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What JFK, an IKEA Chair, and Minecraft All Have in Common

It takes effort not to clamber up on to the display platform and settle into Hans Wegner's "Round Chair" (above, left) with a martini and a Lucky Strike (just for show, of course). A part of the Philadelphia Museum of Art's permanent collection of midcentury modern design, the Wegner is currently on display in the Perelman Building as part of the Museum's "Northern Lights exhibition."

The exhibit, which runs through October 4th, is dedicated to modern and contemporary design from Denmark, Finland, Norway, and Sweden, and spans the period from 1900 to the present with an emphasis on the mid twentieth century, when Americans enthusiastically embraced the concept of "Scandinavian modern." And that Wegner chair? You'd be in good company. Nixon and Kennedy both sat in it during the presidential candidates' televised debate in 1960.

Donna Corbin, The Louis C. Madeira IV Associate Curator of European Decorative Arts, curated Northern Lights. "Our American fascination with Scandinavian design owes to its simple, but elegant forms, its centuries-long tradition of handcraftsmanship and appreciation for the natural world," she says, "as well as its abiding human spirit that speaks to importance of the home as a source of comfort and community. Based on a belief in the positive social impact of beautiful well-designed objects, Scandinavian design in the last century has come to epitomize 'good design.'"

Northern Lights surveys Scandinavian design from its showing at the 1900 World's Fair in Paris to the present day, placing a special emphasis on objects made in the mid-twentieth century, when an interest and appreciation for Scandinavian design reached new heights both in the United States and internationally.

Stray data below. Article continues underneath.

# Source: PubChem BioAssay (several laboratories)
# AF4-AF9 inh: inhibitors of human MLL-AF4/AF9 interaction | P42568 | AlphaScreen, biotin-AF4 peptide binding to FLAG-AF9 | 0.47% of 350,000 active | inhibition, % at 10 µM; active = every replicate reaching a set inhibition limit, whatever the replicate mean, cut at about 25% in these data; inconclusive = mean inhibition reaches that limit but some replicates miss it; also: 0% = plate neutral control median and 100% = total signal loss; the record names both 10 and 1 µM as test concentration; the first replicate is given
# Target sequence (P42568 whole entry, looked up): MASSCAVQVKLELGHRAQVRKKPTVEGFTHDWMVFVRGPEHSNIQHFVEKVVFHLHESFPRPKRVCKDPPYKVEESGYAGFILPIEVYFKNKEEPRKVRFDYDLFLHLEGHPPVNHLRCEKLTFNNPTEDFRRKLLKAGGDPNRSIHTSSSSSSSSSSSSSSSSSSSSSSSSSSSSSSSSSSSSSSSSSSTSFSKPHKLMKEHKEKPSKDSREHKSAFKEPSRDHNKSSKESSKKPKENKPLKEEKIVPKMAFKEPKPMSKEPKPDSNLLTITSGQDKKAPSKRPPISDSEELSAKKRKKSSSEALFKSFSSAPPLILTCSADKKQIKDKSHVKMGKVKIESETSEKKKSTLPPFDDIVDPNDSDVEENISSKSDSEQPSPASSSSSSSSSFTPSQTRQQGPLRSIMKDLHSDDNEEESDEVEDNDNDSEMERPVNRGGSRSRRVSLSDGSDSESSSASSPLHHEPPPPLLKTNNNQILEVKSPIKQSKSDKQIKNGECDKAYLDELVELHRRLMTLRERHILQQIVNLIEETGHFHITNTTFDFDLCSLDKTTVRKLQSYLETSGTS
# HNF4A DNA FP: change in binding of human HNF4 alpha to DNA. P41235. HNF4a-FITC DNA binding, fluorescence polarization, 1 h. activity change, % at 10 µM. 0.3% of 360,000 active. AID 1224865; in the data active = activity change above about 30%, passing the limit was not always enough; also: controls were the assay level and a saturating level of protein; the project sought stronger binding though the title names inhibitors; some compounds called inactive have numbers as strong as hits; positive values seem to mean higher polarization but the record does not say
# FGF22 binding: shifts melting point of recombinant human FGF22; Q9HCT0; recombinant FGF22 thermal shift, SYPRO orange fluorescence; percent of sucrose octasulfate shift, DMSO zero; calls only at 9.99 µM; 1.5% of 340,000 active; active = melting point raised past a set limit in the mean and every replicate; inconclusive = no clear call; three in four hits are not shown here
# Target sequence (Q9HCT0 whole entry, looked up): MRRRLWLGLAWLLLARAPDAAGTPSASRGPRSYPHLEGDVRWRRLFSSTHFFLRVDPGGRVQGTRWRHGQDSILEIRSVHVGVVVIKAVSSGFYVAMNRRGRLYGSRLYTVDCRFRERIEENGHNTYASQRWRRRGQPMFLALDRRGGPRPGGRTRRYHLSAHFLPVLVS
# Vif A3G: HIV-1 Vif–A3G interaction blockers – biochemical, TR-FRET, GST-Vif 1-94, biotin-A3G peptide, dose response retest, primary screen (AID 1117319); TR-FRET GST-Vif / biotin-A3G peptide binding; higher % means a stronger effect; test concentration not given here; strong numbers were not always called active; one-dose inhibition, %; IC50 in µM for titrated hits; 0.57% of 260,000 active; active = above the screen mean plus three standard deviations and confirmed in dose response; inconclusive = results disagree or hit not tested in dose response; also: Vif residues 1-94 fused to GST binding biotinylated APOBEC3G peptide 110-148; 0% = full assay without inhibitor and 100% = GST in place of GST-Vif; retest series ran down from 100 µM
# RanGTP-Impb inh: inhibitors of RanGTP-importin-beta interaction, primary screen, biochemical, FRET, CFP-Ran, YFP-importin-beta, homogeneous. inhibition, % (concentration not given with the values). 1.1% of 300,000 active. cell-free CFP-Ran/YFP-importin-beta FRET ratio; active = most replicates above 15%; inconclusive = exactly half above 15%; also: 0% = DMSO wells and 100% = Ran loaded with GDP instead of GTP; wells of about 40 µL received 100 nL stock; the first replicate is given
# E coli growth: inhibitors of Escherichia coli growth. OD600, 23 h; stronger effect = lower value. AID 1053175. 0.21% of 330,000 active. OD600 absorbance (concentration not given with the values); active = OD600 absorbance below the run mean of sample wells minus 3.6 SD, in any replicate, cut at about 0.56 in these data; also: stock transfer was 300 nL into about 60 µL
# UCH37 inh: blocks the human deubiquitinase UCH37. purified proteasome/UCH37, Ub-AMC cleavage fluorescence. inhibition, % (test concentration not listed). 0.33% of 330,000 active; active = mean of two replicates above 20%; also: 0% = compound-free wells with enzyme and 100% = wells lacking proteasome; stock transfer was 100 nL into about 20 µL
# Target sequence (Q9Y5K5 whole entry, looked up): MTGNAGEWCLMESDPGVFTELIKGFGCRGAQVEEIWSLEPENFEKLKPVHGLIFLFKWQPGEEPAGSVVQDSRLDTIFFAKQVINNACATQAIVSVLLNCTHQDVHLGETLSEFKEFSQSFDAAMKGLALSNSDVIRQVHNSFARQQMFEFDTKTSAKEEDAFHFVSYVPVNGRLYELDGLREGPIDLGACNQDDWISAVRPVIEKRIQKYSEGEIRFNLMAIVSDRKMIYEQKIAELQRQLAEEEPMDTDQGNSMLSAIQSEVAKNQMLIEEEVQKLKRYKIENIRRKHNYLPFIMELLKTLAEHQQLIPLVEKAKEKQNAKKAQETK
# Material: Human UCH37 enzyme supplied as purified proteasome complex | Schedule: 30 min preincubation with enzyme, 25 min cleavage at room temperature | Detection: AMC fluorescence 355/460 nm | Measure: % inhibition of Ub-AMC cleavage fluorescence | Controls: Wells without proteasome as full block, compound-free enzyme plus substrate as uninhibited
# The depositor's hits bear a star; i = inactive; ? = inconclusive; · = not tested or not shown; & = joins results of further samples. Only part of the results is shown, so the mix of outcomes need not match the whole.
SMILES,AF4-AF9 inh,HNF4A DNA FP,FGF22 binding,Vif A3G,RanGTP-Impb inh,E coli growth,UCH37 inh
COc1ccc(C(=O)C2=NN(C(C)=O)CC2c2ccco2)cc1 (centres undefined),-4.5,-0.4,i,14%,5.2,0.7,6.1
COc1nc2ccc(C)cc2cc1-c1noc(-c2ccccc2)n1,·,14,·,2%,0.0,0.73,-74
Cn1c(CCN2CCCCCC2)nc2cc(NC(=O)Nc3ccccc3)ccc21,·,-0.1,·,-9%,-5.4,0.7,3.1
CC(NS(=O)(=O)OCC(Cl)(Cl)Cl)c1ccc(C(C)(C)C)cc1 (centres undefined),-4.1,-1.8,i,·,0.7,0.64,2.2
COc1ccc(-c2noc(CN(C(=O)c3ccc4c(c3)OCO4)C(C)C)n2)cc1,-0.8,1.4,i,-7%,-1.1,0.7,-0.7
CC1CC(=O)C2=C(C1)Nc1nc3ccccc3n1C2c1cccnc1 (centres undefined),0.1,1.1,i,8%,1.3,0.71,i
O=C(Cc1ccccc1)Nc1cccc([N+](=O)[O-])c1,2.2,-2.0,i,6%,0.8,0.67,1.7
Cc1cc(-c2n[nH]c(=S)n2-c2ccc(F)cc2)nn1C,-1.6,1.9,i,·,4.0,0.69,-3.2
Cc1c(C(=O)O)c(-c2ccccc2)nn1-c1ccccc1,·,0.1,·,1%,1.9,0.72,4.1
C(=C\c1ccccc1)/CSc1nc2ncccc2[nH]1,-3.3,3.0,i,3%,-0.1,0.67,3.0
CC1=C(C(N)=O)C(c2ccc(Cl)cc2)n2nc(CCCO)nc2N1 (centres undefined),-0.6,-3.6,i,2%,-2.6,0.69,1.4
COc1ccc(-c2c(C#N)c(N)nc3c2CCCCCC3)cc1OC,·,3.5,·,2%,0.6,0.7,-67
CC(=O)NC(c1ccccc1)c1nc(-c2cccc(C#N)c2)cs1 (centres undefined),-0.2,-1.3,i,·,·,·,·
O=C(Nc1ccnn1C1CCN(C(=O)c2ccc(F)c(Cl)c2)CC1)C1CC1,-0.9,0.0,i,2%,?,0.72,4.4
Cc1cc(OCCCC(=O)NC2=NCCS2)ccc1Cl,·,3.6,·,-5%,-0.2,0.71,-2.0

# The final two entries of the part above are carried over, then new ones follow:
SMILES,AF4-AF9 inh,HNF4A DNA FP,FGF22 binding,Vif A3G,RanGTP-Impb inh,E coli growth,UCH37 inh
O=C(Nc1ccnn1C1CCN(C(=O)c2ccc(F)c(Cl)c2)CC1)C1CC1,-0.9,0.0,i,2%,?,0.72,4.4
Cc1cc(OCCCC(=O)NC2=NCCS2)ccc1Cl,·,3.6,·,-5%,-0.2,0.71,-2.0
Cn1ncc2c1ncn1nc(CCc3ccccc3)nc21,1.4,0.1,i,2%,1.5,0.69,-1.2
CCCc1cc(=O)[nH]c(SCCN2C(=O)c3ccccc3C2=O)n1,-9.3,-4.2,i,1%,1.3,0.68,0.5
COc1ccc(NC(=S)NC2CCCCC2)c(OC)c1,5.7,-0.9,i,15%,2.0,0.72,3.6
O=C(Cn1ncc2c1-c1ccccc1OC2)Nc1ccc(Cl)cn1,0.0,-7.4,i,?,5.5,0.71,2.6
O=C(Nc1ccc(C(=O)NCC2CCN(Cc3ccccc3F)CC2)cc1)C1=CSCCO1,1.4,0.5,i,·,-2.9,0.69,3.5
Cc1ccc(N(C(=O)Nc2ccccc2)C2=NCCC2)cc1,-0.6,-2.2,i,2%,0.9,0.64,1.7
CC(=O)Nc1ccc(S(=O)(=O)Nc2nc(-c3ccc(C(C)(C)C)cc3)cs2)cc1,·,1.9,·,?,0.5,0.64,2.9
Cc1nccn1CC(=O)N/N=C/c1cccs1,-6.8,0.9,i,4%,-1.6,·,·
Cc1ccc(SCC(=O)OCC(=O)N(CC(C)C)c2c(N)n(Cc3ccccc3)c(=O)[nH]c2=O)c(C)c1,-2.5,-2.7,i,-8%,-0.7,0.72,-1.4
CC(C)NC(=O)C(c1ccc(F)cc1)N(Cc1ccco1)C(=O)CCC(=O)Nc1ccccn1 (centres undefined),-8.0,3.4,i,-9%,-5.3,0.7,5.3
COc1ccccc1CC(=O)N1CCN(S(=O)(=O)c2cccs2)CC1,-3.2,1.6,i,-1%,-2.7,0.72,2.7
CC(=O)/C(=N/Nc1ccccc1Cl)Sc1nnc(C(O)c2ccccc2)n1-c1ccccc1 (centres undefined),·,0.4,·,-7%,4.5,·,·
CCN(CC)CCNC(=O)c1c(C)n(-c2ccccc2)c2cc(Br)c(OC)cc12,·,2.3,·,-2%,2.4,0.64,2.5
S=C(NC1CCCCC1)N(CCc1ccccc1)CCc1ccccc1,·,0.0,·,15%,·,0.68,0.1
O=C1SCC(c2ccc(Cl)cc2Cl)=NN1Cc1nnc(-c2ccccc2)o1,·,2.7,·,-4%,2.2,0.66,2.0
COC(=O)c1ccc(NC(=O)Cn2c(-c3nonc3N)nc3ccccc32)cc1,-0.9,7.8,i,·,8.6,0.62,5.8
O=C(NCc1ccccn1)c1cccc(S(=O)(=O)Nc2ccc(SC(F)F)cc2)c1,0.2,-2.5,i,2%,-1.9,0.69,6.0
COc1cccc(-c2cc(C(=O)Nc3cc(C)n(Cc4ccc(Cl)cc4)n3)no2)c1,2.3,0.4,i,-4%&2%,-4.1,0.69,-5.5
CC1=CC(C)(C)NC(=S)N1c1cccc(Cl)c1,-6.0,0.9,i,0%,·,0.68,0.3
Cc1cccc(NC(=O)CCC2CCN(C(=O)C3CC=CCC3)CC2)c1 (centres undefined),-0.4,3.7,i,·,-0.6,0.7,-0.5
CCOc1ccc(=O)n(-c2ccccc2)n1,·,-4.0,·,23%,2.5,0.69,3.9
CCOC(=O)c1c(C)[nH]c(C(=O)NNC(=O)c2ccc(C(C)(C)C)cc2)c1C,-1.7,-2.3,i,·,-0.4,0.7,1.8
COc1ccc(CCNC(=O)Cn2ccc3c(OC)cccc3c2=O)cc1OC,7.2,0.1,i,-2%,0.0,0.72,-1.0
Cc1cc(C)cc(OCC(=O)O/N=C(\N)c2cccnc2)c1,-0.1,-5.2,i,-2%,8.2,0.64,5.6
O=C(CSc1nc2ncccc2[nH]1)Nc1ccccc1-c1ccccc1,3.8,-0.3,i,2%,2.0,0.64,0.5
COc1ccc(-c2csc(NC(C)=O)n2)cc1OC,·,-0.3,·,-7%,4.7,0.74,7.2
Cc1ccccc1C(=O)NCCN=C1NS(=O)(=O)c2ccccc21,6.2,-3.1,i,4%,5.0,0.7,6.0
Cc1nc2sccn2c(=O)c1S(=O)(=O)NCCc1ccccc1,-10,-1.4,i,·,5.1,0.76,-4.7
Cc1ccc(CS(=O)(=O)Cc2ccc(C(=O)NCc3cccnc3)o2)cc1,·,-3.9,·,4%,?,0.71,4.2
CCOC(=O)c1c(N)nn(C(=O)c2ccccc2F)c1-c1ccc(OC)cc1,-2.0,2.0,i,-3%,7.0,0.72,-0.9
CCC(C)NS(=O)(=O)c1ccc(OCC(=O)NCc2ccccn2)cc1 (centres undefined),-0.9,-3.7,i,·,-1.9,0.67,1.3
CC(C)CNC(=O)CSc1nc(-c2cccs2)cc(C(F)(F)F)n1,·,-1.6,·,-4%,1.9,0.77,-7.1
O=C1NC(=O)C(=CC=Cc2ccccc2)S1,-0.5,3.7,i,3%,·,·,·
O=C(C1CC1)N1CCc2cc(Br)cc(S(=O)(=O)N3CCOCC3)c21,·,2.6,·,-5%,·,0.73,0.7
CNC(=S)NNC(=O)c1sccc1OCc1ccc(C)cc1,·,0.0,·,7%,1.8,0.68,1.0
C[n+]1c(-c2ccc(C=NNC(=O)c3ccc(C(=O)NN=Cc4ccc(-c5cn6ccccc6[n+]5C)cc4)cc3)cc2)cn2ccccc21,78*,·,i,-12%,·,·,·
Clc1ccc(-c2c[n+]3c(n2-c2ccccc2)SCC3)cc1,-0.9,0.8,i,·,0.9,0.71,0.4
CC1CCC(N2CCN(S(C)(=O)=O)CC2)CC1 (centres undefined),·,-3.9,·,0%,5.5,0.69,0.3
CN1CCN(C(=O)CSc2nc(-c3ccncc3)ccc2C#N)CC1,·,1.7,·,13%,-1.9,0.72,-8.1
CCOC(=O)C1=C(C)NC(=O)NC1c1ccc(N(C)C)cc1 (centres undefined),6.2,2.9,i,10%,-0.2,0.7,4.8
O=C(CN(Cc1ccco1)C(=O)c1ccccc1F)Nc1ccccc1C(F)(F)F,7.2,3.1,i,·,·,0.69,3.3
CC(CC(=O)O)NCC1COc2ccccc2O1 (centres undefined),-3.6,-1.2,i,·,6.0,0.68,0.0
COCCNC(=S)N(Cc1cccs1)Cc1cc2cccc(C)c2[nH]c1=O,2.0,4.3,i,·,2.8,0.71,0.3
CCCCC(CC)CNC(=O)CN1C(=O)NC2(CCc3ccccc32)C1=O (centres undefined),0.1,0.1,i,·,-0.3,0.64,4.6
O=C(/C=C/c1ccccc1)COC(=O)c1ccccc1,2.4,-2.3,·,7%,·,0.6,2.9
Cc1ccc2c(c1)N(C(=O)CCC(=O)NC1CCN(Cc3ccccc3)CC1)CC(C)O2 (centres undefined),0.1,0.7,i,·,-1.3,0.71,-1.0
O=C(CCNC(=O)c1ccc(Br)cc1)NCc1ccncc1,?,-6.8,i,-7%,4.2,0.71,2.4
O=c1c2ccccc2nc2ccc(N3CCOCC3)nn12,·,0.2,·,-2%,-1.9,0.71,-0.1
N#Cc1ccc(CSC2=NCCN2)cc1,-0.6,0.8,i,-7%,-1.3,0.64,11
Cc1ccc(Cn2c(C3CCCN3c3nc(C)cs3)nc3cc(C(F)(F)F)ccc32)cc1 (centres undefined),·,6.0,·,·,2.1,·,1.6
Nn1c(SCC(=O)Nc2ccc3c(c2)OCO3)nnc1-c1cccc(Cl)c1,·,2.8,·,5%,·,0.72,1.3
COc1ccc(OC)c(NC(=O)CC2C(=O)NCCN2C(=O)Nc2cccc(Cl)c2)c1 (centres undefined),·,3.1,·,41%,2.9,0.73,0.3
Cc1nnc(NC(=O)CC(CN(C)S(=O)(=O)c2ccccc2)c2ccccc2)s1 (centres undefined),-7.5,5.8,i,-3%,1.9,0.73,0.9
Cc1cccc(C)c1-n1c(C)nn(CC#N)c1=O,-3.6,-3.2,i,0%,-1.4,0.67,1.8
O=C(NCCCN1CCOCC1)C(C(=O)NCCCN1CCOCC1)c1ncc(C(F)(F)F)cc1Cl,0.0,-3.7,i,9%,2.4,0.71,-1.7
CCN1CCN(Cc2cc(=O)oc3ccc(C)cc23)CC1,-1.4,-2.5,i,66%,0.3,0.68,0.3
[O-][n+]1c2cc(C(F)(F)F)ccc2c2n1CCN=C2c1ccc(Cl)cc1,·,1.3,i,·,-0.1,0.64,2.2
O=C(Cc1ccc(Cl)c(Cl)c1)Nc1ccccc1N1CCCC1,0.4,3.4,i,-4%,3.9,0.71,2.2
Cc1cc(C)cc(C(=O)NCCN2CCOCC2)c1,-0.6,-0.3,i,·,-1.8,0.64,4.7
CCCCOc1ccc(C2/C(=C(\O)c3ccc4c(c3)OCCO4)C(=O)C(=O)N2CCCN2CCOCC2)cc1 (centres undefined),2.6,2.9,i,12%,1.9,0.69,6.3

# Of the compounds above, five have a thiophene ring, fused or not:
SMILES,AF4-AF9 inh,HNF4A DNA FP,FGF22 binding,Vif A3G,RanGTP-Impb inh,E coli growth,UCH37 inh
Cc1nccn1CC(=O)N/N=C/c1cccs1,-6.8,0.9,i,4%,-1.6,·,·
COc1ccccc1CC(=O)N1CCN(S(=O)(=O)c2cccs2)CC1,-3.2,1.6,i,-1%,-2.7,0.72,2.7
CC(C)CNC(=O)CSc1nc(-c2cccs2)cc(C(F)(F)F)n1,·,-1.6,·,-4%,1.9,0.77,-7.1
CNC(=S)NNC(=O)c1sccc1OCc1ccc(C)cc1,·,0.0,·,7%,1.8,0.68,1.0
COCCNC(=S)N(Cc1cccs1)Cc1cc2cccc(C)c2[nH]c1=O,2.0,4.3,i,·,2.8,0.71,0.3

"The last time the PMA mounted an exhibition focused on design in the Nordic countries was in 1997," says Colin Fanning, Curatorial Fellow, European Decorative Arts and Sculpture, who assisted Corbin in curating the exhibit. "It's been nearly twenty years since some of these great objects have been on view to the public. We also tried to use the exhibit as an opportunity to see what's been happening in the region's contemporary design scene more recently."

The resulting collection is a journey through time and an exploration of themes that has remained consistent in the Scandinavian making tradition: from Viking "Revival" furniture, to boldly printed fabrics of Marimekko made famous by Jacqueline Kennedy who wore its dresses during her husband's presidential campaign, to children's furniture made for Ikea, and finally to Minecraft, the building game that took the gamer world by storm (total sales of the game now top 70 million).

Fanning elaborates on the placement of the digital game in the exhibit. "It changed how game studios work and what is considered a successful game." he begins. "Open-ended creativity and especially the act of building are really important in the history of Scandinavian design." What's more, it's opportunity to ask our visitors to think about digital design in a more expansive sense."

Attention gamers: head over to the museum on August 30, when the game will be the focus of a program of open-ended Minecraft play and digital creativity inspired by the exhibition.

In addition to several Wegner designs, the exhibit's highlights include works by two of Scandinavia's most important architect-designers, Alvar Aalto and Arne Jacobsen: the stacking stool that features the L-shaped Aalto leg, considered his most important contribution to furniture design; and two chairs Jacobsen designed for his most famous project, the S.A.S. Air Terminal and the Royal Hotel in Copenhagen.

Featured also is Verner Panton, who rejected the traditional materials and methods of his native Demark, and introduced new materials in pursuit of bold and original style. His plastic stacking chair (below), an icon of 1960s design, is the first mass-produced chair made from a single piece of any material.

The resulting exhibit is a sweeping survey of modern design that, if anything, may just make you appreciate those umlauted IKEA furniture sets for more than just their slim price tags.

For more information on the exhibition, visit the museum's website.

· Curbed Philly Midcentury Modern coverage
· Why The World Is Obsessed With Midcentury Modern Design [Curbed]
· Philadelphia Museum of Art: Northern Lights
· Minecraft sales on PC top 20M copies, more than 70M total [Polygon]